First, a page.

|Tuesday, 16 December 2003||
In a dramatic account of John Wilkes Booth’s assassination of Abraham Lincoln at Ford’s Theater in Washington on April 14, 1865, the actor was said to have exclaimed, after shooting the President and jumping to the stage: “Sic semper tyrannis.” (That’s Latin for “Thus always to tyrants.”)
We could say the same about the capture of Iraq’s Saddam Hussein, assuming he will get the fairness he cruelly denied to many thousands of his countrymen and to his nation for so many years.
But let’s get away from the momentarily sensational and be a bit more practical.
Late last week European Union member nations failed to adopt a much debated constitution for the EU. Aside from the fact that this bureaucratic document failed to mention Europe’s religious heritage or even God, it went down to defeat because of the smaller nations’ fear of the voting power of the larger nations, especially Germany and France.
The defeat was largely at the hands of the smaller nations, many of them in eastern Europe and scheduled to join the EU next year. Poland and veteran EU member Spain teamed up to lead that bloc.
But what is more revealing about the leaders of the EU is their attitude towards competitive free enterprise, especially their hatred of offshore tax havens. As Cato’s Veronica deRugy says: “The EU is really bothered by [tax havens] because they are such a strong competitors. Most EU countries are doing very poorly with high tax rates, high unemployment, slow economic growth, massive brain drain and capital flight.”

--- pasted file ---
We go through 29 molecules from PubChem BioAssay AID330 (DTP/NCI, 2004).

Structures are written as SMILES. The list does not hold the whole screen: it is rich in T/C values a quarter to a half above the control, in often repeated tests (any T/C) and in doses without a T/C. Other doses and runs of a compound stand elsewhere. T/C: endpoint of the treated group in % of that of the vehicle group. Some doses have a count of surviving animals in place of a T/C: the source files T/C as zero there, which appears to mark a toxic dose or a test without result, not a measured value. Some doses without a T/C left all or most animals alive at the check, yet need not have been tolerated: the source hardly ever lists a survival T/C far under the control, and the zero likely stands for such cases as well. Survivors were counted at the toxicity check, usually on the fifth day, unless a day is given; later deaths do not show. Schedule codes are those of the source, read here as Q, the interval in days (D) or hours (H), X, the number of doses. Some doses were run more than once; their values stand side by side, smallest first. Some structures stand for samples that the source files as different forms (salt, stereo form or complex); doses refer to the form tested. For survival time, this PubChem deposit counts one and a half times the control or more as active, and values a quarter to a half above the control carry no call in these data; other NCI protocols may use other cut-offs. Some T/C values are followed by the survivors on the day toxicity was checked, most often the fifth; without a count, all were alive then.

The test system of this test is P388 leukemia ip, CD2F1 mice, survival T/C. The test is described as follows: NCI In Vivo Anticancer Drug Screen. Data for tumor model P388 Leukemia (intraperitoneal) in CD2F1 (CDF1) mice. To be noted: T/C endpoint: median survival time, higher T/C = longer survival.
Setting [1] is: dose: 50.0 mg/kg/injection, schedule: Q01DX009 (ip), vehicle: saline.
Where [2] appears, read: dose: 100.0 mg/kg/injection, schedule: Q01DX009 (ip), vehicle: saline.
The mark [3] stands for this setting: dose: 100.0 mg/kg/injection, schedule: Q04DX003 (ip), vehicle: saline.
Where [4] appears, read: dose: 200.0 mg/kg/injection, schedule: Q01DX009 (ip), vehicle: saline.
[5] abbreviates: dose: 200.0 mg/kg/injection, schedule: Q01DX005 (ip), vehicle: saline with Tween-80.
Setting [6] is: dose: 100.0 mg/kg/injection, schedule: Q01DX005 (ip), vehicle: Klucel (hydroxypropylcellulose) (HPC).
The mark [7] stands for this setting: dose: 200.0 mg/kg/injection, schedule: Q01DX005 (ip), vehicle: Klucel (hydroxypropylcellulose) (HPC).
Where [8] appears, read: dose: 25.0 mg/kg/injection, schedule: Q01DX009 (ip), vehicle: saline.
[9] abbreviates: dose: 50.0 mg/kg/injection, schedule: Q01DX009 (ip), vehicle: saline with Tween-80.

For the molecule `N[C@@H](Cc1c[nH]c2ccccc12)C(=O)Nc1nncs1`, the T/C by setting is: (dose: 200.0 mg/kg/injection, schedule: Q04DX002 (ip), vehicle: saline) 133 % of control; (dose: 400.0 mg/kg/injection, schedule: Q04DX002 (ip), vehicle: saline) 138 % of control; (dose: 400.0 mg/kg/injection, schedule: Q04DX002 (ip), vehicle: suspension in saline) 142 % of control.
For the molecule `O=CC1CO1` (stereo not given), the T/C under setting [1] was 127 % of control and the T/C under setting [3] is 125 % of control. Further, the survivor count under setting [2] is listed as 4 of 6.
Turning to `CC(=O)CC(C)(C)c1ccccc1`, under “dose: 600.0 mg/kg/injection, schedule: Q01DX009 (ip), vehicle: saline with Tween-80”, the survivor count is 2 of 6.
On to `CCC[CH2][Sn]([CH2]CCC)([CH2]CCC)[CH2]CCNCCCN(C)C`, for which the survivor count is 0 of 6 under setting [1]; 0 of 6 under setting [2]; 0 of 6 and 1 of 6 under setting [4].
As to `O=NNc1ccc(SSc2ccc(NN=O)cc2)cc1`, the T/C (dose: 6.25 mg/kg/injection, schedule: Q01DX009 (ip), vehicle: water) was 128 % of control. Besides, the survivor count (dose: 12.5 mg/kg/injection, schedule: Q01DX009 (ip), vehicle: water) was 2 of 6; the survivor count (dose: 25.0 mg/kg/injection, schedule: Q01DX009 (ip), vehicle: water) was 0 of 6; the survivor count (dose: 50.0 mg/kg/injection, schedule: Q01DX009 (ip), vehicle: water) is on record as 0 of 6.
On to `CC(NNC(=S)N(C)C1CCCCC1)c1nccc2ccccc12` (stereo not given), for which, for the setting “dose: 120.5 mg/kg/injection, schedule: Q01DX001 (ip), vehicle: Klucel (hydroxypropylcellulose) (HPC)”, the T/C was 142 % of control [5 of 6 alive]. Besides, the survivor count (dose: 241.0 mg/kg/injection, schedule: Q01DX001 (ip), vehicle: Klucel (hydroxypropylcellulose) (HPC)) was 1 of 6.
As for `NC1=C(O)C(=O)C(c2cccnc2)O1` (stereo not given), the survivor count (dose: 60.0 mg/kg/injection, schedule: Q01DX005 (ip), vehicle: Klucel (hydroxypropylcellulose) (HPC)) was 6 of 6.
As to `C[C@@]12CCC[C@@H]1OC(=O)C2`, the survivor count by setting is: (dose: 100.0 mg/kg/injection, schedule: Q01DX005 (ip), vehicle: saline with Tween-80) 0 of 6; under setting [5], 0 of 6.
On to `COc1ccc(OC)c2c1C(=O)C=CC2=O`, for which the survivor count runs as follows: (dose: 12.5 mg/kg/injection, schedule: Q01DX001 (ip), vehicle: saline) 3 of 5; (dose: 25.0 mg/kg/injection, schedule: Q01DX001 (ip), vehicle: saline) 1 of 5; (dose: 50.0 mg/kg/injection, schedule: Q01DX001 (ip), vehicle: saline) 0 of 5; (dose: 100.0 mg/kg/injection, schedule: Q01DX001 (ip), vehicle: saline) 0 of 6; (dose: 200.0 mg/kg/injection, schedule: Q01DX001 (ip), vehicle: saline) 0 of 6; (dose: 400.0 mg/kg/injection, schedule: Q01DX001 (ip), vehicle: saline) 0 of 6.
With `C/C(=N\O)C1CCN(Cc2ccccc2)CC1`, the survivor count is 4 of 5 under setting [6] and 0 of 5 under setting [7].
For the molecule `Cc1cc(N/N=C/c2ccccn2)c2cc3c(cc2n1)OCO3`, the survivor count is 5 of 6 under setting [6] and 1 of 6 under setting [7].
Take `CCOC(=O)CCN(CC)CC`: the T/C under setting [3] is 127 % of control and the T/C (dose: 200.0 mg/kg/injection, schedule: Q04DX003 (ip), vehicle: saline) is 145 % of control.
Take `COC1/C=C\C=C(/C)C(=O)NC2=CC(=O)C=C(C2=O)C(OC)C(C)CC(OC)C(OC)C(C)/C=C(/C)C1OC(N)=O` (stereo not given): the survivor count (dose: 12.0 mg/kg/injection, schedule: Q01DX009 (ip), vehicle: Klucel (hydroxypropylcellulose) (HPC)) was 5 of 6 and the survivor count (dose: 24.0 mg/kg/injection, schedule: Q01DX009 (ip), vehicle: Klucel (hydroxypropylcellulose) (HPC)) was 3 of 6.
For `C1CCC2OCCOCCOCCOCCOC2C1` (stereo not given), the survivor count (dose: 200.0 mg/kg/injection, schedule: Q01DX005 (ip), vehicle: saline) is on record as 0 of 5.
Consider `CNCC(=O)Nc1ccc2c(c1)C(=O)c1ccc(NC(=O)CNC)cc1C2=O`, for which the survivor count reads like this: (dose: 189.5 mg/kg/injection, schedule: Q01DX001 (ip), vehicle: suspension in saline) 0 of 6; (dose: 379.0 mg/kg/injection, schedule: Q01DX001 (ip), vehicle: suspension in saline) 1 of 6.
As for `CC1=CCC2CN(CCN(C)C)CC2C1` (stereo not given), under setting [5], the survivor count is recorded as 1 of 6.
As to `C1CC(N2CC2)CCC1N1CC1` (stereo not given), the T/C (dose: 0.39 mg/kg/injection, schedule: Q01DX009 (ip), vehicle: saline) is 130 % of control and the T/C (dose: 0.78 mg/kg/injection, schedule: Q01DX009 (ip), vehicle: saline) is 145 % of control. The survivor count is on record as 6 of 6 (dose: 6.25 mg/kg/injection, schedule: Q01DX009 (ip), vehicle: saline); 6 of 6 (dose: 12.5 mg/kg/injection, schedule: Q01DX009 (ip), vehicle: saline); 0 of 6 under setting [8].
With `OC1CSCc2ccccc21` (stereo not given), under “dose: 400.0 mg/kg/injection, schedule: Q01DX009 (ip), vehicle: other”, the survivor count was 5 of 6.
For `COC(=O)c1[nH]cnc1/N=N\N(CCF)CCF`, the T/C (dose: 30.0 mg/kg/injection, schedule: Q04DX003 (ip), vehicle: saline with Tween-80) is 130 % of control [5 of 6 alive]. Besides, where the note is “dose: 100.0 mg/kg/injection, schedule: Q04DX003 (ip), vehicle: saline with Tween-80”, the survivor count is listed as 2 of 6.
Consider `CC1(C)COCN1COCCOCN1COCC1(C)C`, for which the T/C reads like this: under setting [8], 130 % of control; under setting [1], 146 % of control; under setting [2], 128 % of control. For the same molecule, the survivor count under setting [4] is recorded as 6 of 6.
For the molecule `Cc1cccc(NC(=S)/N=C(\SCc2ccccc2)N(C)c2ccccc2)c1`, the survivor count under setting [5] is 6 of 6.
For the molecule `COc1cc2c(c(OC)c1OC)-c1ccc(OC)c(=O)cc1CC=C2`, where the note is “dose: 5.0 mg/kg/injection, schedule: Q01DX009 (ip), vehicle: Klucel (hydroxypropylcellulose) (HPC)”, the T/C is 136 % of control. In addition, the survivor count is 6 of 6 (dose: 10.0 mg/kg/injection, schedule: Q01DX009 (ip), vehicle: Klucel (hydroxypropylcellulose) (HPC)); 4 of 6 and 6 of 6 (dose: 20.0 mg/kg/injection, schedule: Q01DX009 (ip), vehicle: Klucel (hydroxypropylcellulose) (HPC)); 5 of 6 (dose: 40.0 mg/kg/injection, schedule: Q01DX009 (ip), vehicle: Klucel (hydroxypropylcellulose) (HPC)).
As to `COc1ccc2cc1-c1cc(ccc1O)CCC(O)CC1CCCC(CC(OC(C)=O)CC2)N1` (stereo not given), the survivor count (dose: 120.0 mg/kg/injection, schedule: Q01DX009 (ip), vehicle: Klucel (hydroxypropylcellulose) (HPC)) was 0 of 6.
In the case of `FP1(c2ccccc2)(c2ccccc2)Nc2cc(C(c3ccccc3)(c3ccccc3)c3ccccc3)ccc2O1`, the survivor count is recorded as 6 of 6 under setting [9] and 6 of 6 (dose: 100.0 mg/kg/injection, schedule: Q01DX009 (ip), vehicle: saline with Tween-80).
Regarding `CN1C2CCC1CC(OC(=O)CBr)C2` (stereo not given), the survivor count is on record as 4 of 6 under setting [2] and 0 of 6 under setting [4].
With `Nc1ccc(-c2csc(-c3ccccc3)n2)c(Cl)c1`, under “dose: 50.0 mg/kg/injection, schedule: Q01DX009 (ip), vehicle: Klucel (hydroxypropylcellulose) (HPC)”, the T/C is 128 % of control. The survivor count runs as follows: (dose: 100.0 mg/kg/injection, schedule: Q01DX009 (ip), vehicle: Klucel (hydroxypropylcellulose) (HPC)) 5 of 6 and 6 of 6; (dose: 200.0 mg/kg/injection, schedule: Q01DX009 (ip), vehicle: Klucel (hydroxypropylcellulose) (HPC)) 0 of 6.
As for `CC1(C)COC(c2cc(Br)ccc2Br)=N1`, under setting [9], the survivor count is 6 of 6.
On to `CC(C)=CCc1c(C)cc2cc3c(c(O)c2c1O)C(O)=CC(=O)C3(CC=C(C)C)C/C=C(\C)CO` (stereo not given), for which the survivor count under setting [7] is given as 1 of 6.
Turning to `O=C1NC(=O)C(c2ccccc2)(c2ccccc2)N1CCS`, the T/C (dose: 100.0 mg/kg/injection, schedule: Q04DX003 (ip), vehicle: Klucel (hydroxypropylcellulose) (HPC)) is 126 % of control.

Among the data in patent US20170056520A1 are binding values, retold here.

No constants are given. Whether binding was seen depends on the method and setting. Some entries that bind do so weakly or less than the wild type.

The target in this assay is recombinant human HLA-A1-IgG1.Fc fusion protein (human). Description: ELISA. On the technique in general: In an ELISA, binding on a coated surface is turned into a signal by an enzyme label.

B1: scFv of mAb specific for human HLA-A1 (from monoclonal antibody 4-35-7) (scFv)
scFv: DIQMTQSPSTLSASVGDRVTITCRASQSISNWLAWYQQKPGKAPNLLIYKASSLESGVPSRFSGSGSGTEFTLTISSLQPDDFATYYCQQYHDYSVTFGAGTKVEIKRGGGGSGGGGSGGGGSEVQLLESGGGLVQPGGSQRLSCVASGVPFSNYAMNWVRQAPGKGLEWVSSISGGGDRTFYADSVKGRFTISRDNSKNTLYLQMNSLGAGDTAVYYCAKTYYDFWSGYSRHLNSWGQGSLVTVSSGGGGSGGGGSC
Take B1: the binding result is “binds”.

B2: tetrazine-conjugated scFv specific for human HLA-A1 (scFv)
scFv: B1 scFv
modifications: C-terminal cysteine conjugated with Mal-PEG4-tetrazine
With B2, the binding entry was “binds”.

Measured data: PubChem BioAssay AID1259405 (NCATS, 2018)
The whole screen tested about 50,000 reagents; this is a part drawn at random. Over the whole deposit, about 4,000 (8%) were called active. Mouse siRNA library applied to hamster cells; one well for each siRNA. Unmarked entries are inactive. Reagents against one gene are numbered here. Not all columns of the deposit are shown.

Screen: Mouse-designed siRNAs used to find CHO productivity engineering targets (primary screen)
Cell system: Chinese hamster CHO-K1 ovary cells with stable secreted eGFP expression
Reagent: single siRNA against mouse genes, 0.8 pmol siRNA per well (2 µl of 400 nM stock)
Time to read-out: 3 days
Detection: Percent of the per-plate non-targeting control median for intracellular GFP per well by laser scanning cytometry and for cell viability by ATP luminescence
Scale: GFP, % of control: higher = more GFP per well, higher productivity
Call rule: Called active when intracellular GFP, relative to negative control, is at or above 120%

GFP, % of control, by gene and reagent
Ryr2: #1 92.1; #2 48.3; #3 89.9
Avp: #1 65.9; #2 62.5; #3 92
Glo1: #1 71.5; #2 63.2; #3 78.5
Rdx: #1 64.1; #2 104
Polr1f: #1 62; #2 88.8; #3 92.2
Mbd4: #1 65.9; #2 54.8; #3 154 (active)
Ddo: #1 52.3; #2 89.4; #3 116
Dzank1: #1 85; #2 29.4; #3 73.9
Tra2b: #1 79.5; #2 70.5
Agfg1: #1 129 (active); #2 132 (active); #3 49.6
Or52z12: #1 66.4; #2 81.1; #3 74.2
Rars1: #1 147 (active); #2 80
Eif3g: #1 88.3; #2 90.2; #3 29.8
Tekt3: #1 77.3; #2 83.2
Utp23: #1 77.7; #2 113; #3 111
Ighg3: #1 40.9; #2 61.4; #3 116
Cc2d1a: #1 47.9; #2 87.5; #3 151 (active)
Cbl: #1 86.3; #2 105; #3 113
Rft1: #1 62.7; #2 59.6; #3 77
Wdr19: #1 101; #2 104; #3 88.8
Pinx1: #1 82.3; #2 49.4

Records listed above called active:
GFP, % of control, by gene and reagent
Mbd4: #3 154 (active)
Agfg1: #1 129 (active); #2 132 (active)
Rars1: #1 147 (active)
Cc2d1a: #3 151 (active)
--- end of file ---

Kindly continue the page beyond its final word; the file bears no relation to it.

One by one the new EU member nations, notably Malta and Cyprus, were forced to dismantle their offshore tax and privacy laws favoring foreign investors. The EU has made the same demands on the tax haven offshore territories of the United Kingdom, resulting in possibly fatal threats to the economies of places such as the Cayman Islands and Bermuda.
The European Union was supposed to be a federation of nations bound together by the common principles of liberty and economic freedom. More and more it appears to be a supranational socialist cabal in which weaker members must surrender their rights and the leftist big boys rule.
Tyranny comes in many forms, including that of the majority. Perhaps the defeat of this so-called constitution will cause all EU members to wake up and consider where those idealistic plans went very wrong.
That’s way that it looks from here.
BOB BAUMAN, Editor
THE SOVEREIGN SOCIETY OFFSHORE A-LETTER (http://www.sovereignsociety…)
* A victory for good sense. The Economist. LINK:
* European Union: no deal on constitution. NY Times. LINK:
* Spain and Poland may pay financial price. LINK:
* Offshore competition too ‘strong’ for the E.U.
* What wrong with the EU savings tax directive?